Although an authoritative panel recommended the use of ergometer rowing as a non-weight-bearing form of exercise for obese adults, the biomechanical characterization of ergometer rowing is strikingly absent. We examined the interaction between body mass index (BMI) relative to the lower extremity biomechanics during rowing in 10 normal weight (BMI 18–25), 10 overweight (BMI 25–30 kg·m−2), and 10 obese (BMI > 30 kg·m−2) participants. The results showed that BMI affects joint kinematics and primarily knee joint kinetics. The data revealed that high BMI leads to unfavorable knee joint torques, implying increased loads of the medial compartment in the knee joint that could be avoided by allowing more variable foot positioning on future designs of rowing ergometers.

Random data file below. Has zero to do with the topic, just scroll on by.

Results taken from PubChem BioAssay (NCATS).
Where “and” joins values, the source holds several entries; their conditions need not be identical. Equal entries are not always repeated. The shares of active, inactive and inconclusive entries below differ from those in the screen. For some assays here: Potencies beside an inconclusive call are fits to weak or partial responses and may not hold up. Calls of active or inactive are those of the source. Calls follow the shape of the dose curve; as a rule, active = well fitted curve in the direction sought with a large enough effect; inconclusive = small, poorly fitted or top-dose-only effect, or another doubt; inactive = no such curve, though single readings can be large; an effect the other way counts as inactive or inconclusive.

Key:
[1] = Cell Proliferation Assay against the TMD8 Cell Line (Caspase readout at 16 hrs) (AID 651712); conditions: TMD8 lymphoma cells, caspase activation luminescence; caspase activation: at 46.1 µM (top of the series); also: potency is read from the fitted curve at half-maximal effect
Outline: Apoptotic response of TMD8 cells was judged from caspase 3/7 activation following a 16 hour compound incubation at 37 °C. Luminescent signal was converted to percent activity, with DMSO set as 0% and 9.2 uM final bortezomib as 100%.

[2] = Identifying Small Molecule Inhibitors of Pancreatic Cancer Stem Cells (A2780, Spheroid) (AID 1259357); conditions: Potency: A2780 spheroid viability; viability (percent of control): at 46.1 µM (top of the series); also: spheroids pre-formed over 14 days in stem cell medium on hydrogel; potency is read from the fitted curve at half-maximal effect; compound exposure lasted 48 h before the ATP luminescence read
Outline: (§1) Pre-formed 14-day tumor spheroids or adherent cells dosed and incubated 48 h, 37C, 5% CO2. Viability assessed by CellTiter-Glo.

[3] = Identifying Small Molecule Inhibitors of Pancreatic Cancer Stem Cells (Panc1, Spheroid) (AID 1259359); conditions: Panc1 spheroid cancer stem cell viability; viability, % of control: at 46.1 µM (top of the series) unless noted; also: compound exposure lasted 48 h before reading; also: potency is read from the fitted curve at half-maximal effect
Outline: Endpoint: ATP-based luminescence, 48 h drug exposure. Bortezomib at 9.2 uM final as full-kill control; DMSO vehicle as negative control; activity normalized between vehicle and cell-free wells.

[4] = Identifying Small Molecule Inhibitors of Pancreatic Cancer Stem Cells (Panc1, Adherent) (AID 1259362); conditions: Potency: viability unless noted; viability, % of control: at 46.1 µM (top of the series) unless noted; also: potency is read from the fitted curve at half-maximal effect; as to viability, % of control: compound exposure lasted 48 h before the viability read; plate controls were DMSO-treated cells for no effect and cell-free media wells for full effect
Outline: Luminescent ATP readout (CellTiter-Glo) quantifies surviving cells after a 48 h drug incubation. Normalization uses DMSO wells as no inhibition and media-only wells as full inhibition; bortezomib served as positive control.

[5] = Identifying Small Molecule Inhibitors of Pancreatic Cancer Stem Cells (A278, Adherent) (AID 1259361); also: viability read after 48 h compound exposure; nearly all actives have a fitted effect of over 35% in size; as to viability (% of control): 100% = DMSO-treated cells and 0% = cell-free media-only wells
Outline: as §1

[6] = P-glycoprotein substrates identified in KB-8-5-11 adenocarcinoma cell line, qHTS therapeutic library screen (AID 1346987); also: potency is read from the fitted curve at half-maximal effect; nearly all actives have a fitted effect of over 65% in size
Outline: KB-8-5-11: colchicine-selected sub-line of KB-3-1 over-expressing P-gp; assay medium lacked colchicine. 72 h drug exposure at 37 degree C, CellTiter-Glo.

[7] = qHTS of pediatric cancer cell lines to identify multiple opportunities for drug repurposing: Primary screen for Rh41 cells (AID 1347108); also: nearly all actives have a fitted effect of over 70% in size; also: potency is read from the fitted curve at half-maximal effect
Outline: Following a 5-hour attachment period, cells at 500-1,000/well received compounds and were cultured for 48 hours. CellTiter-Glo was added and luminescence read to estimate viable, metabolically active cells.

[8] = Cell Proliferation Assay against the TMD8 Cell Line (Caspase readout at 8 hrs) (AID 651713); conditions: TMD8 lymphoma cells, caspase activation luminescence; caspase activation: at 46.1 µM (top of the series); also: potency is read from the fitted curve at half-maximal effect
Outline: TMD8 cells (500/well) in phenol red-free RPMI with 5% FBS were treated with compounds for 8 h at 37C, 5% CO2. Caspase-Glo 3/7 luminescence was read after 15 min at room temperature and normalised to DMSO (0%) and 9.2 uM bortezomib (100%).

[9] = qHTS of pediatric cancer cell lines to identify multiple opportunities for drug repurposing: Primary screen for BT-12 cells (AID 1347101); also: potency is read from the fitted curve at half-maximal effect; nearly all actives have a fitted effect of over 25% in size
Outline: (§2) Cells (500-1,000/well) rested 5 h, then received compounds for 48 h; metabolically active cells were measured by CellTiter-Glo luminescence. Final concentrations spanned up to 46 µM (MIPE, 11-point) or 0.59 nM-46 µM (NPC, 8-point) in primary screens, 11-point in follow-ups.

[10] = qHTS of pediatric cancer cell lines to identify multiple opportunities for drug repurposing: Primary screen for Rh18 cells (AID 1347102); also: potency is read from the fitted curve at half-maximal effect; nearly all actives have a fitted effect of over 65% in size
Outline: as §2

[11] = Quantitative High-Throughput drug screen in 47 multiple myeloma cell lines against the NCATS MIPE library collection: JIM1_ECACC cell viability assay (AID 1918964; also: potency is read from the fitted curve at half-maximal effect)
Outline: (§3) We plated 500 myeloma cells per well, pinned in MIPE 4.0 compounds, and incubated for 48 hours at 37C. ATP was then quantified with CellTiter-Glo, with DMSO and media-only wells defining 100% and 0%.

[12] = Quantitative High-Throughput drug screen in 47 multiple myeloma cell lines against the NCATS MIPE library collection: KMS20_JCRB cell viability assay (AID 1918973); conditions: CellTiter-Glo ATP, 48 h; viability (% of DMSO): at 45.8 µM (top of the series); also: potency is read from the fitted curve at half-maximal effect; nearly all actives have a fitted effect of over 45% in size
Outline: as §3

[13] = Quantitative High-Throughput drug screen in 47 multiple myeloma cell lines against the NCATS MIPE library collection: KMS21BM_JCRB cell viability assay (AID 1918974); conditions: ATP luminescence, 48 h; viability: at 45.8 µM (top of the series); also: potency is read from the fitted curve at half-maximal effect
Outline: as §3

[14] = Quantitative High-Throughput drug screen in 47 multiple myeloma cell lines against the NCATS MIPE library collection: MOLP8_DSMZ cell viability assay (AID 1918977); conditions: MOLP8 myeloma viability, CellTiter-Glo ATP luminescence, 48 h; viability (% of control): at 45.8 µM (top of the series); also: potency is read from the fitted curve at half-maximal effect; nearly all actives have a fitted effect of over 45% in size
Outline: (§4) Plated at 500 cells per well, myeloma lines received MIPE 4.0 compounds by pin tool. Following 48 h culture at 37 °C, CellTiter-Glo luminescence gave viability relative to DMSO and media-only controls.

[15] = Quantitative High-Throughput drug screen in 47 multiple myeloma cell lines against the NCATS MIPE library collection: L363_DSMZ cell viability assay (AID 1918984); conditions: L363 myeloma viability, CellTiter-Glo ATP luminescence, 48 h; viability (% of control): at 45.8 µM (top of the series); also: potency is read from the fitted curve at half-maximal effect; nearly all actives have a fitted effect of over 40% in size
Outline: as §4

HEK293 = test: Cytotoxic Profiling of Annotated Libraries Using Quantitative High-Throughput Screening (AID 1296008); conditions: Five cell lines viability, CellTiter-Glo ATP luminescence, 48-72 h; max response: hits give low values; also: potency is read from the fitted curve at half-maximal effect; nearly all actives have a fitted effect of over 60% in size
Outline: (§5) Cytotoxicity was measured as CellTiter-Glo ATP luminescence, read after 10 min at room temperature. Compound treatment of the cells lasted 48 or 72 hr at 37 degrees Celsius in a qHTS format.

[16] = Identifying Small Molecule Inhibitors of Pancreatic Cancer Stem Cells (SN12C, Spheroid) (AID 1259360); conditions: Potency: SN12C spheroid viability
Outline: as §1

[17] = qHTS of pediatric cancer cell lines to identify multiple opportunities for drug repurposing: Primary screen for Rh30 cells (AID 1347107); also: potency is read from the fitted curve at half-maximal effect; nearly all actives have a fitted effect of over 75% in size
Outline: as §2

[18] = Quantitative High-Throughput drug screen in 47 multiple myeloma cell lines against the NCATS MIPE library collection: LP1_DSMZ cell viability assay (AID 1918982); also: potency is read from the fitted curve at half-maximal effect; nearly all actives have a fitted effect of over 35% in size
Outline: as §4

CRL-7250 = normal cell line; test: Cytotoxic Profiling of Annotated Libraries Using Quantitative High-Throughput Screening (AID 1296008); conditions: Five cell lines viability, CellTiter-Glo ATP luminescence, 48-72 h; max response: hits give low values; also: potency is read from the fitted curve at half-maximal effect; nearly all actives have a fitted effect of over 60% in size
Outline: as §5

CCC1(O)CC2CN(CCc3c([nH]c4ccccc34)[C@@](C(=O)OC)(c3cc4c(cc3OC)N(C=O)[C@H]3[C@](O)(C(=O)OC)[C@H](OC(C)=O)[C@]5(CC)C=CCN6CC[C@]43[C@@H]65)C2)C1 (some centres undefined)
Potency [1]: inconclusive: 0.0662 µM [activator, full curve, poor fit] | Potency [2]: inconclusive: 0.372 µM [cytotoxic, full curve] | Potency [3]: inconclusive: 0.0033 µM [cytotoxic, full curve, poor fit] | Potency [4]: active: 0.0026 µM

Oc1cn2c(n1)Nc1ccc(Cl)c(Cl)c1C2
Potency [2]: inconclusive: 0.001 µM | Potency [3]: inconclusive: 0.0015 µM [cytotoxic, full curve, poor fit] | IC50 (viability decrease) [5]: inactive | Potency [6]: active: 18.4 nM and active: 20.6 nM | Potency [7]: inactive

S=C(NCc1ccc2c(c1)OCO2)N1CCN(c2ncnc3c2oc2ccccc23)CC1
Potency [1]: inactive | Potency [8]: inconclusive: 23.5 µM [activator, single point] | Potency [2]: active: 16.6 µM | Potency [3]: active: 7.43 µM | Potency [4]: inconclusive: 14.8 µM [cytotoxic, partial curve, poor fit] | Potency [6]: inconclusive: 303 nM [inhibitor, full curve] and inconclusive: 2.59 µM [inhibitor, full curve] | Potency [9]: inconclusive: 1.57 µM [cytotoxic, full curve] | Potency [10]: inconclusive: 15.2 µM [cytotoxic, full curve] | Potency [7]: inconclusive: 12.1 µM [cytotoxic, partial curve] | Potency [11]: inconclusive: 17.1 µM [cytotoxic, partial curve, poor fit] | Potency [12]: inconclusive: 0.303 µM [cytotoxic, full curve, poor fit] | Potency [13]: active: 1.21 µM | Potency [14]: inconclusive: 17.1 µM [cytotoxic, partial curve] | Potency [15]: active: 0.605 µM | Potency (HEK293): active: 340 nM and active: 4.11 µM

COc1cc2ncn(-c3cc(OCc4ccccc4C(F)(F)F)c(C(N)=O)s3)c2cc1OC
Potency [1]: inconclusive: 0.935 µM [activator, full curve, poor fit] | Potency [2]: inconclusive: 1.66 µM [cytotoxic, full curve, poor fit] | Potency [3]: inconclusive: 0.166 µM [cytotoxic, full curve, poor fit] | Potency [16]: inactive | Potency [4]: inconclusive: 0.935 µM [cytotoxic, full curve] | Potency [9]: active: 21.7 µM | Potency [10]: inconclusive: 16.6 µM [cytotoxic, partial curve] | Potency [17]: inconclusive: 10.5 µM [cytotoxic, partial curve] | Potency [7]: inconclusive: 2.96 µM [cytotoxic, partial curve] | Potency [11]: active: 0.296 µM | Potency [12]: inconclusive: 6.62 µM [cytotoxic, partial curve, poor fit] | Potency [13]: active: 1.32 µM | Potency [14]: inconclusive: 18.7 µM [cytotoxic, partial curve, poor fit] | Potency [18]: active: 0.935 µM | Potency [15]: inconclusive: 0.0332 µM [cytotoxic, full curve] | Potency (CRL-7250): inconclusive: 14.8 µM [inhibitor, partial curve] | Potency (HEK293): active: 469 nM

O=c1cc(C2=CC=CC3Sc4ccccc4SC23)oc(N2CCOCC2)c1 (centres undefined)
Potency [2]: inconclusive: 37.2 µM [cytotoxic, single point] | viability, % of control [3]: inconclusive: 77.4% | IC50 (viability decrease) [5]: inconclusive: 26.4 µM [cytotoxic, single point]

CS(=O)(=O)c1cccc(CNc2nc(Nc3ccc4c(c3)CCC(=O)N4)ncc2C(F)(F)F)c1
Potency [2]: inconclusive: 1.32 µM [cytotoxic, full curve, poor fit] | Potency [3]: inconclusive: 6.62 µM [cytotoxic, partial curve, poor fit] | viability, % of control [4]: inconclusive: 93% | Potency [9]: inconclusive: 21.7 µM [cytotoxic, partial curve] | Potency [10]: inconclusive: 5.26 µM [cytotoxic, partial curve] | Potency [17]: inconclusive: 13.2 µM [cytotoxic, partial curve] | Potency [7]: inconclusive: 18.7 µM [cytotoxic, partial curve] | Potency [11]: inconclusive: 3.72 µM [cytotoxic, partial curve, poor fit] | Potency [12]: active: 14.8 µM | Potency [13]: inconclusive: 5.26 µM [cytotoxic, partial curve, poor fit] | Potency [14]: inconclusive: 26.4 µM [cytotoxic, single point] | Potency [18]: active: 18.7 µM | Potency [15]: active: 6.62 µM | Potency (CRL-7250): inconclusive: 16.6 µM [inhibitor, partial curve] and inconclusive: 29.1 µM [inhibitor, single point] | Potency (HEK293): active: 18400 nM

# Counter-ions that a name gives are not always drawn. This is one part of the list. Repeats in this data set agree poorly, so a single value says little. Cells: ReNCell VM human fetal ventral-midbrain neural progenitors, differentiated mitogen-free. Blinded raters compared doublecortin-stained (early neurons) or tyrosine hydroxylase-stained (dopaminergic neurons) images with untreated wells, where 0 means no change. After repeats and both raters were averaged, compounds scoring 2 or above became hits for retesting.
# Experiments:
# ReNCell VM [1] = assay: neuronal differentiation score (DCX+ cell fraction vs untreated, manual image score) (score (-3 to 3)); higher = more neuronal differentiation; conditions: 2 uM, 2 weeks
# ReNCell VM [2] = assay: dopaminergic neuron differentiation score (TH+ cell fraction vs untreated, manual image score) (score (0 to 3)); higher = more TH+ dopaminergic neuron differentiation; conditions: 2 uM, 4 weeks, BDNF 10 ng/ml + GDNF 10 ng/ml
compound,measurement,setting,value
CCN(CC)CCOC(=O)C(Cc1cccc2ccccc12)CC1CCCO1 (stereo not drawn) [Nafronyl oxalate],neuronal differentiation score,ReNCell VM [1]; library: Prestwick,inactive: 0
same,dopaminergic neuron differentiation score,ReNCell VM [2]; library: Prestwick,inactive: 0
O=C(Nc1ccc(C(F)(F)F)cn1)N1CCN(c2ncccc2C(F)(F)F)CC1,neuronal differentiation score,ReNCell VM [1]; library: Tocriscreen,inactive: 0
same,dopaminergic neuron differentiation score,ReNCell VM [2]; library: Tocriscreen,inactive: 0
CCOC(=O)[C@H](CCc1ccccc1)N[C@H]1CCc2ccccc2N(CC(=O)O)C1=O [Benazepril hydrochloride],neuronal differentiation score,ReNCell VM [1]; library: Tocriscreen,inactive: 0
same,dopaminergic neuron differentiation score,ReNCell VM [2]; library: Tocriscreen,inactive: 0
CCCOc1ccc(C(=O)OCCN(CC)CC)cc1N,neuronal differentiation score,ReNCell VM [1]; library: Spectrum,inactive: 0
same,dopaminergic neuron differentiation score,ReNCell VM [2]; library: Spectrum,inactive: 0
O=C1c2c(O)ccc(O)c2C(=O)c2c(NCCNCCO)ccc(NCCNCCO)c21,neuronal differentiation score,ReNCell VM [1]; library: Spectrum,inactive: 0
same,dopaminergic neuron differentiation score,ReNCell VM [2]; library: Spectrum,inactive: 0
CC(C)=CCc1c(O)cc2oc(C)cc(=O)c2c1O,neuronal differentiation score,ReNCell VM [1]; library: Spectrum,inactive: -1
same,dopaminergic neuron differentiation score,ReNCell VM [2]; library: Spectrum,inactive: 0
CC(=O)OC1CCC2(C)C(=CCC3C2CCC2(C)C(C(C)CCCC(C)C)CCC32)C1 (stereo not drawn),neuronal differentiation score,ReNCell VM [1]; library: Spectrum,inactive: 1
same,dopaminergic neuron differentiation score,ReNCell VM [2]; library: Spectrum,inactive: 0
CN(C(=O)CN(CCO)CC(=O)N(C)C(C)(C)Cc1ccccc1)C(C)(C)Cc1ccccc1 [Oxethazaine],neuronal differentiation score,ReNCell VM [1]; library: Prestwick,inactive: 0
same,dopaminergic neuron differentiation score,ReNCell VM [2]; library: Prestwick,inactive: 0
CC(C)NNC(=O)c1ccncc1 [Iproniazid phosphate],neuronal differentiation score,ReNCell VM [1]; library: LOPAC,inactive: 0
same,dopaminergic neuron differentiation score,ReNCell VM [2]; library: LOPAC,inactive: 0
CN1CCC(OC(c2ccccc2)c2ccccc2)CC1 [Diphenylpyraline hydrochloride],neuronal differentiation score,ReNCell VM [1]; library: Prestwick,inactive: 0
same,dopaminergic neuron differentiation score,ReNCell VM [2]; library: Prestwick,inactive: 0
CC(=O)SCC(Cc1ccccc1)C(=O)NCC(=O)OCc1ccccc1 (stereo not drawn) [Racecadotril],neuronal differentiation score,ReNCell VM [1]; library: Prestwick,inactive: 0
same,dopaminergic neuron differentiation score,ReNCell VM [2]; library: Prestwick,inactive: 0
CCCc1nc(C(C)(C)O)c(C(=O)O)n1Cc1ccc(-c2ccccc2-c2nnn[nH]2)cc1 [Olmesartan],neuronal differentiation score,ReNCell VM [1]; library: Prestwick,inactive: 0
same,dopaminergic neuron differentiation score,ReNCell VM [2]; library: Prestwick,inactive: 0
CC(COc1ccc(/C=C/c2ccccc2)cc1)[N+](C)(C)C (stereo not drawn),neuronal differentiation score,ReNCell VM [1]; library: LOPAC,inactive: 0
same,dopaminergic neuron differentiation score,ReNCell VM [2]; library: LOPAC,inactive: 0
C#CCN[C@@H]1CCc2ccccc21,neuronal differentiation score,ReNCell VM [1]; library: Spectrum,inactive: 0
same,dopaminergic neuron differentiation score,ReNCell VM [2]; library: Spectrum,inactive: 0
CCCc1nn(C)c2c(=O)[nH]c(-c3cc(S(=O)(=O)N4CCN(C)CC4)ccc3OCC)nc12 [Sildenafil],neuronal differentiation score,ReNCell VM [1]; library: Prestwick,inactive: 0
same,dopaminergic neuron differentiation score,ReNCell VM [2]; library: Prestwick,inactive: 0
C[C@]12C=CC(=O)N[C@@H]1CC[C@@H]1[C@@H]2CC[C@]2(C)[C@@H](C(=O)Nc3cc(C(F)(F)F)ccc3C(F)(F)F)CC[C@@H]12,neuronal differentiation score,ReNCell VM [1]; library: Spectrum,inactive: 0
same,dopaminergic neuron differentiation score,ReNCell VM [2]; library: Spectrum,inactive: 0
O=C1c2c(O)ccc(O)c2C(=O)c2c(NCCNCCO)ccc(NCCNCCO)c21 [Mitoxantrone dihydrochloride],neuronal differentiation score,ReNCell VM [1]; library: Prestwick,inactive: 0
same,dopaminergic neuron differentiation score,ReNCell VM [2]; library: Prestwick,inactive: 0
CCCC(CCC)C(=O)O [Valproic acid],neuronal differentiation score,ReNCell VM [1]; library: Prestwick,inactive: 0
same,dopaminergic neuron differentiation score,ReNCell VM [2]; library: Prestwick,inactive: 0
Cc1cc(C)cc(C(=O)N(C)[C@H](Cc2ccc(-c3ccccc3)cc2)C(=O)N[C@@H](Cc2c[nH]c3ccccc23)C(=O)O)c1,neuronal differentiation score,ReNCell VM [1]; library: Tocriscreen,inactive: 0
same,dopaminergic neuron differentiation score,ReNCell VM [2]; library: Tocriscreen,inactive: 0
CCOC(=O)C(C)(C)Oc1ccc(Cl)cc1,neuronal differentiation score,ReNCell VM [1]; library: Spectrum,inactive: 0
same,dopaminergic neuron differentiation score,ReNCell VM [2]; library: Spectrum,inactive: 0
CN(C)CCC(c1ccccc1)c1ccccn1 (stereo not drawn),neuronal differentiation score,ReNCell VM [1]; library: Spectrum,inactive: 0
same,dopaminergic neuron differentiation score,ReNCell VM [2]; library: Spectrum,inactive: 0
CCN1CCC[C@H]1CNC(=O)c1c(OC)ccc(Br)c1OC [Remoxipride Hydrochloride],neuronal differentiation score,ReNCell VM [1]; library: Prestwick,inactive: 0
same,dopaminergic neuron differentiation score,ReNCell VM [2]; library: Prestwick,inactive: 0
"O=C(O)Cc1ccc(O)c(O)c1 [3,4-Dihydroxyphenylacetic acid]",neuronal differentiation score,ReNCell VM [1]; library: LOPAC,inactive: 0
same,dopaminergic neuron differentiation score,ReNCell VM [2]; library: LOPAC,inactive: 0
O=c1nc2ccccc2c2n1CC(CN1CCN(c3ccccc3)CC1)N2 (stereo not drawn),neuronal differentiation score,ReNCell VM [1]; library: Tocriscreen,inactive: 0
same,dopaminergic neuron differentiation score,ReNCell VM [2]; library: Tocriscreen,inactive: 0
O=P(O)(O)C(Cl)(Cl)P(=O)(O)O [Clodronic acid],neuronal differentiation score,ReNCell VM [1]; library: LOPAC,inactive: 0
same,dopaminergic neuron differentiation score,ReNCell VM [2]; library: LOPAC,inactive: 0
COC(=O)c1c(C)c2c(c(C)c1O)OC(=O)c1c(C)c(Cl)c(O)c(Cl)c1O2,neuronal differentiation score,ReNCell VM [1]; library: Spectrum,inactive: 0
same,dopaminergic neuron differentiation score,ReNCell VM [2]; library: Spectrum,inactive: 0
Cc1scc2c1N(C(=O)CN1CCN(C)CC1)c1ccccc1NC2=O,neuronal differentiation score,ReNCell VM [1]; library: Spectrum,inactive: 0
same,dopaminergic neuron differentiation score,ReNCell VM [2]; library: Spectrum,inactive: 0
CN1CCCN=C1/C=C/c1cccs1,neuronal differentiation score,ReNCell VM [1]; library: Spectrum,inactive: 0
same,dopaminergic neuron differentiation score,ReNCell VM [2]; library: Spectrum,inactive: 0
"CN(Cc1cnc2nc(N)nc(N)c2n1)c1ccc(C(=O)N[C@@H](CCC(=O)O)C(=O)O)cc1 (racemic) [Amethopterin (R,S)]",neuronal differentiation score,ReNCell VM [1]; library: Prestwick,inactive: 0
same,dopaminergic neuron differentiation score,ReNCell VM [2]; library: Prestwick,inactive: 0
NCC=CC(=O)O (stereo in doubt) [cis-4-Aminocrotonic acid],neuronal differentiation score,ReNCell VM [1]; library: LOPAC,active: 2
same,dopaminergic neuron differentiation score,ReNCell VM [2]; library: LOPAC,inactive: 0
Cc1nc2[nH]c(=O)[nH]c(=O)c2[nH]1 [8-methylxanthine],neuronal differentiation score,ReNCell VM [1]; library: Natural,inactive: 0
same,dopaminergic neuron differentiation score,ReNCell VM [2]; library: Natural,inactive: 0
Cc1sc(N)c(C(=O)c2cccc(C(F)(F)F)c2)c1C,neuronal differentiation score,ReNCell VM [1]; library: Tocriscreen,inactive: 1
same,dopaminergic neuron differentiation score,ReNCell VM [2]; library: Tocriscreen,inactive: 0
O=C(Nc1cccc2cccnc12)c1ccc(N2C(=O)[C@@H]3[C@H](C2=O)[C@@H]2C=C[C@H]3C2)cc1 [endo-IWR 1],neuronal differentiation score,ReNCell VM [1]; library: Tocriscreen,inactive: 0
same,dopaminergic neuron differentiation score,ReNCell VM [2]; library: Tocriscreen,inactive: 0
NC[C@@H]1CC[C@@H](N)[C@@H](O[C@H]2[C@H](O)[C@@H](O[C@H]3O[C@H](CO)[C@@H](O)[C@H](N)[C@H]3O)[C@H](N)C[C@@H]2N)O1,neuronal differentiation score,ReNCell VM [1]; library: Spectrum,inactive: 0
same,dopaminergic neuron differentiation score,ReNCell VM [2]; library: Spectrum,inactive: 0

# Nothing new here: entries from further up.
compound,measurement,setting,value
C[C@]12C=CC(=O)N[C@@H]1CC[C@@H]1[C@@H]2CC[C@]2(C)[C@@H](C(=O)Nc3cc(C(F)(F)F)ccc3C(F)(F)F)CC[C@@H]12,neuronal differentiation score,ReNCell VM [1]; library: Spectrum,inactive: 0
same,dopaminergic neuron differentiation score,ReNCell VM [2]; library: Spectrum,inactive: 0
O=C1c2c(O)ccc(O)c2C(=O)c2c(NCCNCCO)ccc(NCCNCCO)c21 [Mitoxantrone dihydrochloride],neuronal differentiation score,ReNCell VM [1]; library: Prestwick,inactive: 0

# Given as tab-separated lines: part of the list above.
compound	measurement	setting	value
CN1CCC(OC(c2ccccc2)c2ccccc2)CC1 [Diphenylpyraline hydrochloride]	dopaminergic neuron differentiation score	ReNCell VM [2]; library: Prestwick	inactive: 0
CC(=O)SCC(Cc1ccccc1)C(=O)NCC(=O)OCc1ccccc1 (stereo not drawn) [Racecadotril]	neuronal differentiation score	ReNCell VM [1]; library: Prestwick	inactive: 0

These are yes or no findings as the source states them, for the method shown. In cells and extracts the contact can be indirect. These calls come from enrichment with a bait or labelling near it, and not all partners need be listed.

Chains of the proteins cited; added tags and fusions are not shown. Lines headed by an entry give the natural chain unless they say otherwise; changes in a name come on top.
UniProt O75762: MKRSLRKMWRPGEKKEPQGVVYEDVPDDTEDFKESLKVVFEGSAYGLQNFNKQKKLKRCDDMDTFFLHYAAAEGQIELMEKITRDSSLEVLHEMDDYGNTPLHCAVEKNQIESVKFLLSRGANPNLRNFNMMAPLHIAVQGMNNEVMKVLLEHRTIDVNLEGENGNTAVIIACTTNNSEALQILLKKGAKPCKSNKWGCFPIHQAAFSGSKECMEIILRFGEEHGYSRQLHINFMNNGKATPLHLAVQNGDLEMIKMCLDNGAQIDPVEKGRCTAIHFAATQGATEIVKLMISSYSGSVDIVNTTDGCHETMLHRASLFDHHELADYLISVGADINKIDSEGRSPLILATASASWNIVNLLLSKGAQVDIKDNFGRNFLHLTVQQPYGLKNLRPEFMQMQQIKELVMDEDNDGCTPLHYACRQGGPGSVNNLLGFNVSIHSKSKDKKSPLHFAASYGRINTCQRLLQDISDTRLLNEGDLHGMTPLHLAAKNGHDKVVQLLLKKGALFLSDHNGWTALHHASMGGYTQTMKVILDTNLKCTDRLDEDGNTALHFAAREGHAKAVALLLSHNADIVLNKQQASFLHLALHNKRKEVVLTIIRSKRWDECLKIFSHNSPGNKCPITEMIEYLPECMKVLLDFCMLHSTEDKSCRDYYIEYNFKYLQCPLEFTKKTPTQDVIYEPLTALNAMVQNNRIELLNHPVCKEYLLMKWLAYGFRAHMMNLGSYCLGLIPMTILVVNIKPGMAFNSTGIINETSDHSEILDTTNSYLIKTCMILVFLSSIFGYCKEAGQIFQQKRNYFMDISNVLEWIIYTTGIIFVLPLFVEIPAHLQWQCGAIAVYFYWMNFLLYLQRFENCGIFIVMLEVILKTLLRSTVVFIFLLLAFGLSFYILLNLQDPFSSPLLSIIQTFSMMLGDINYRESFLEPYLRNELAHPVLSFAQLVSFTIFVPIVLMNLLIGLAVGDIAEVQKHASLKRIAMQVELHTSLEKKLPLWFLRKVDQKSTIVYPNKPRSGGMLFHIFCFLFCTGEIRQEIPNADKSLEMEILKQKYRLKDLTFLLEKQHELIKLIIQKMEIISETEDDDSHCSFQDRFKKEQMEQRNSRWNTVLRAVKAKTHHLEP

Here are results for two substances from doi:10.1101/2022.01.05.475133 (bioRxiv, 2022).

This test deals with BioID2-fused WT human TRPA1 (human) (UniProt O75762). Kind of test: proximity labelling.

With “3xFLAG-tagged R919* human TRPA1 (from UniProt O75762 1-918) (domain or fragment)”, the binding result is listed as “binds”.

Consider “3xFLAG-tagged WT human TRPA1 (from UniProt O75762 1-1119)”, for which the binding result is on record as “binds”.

Karen Roemer (Corresponding Author) is with the Department of Nutrition Exercise and Health Sciences, Central Washington University, Ellensburg, WA. Tibor Hortobagyi is with the Center for Human Movement Sciences, University of Groningen, Groningen, Netherlands. Chris Richter is with CLARITY: Centre for Sensor Web Technologies, Dublin City University, Dublin, Ireland. Yolanda Munoz-Maldonado is with the Research Institute, William Beaumont Hospital, Royal Oak, MI. Stephanie Hamilton is with the Department of Biomedical Engineering, Michigan Technological University, Houghton, MI.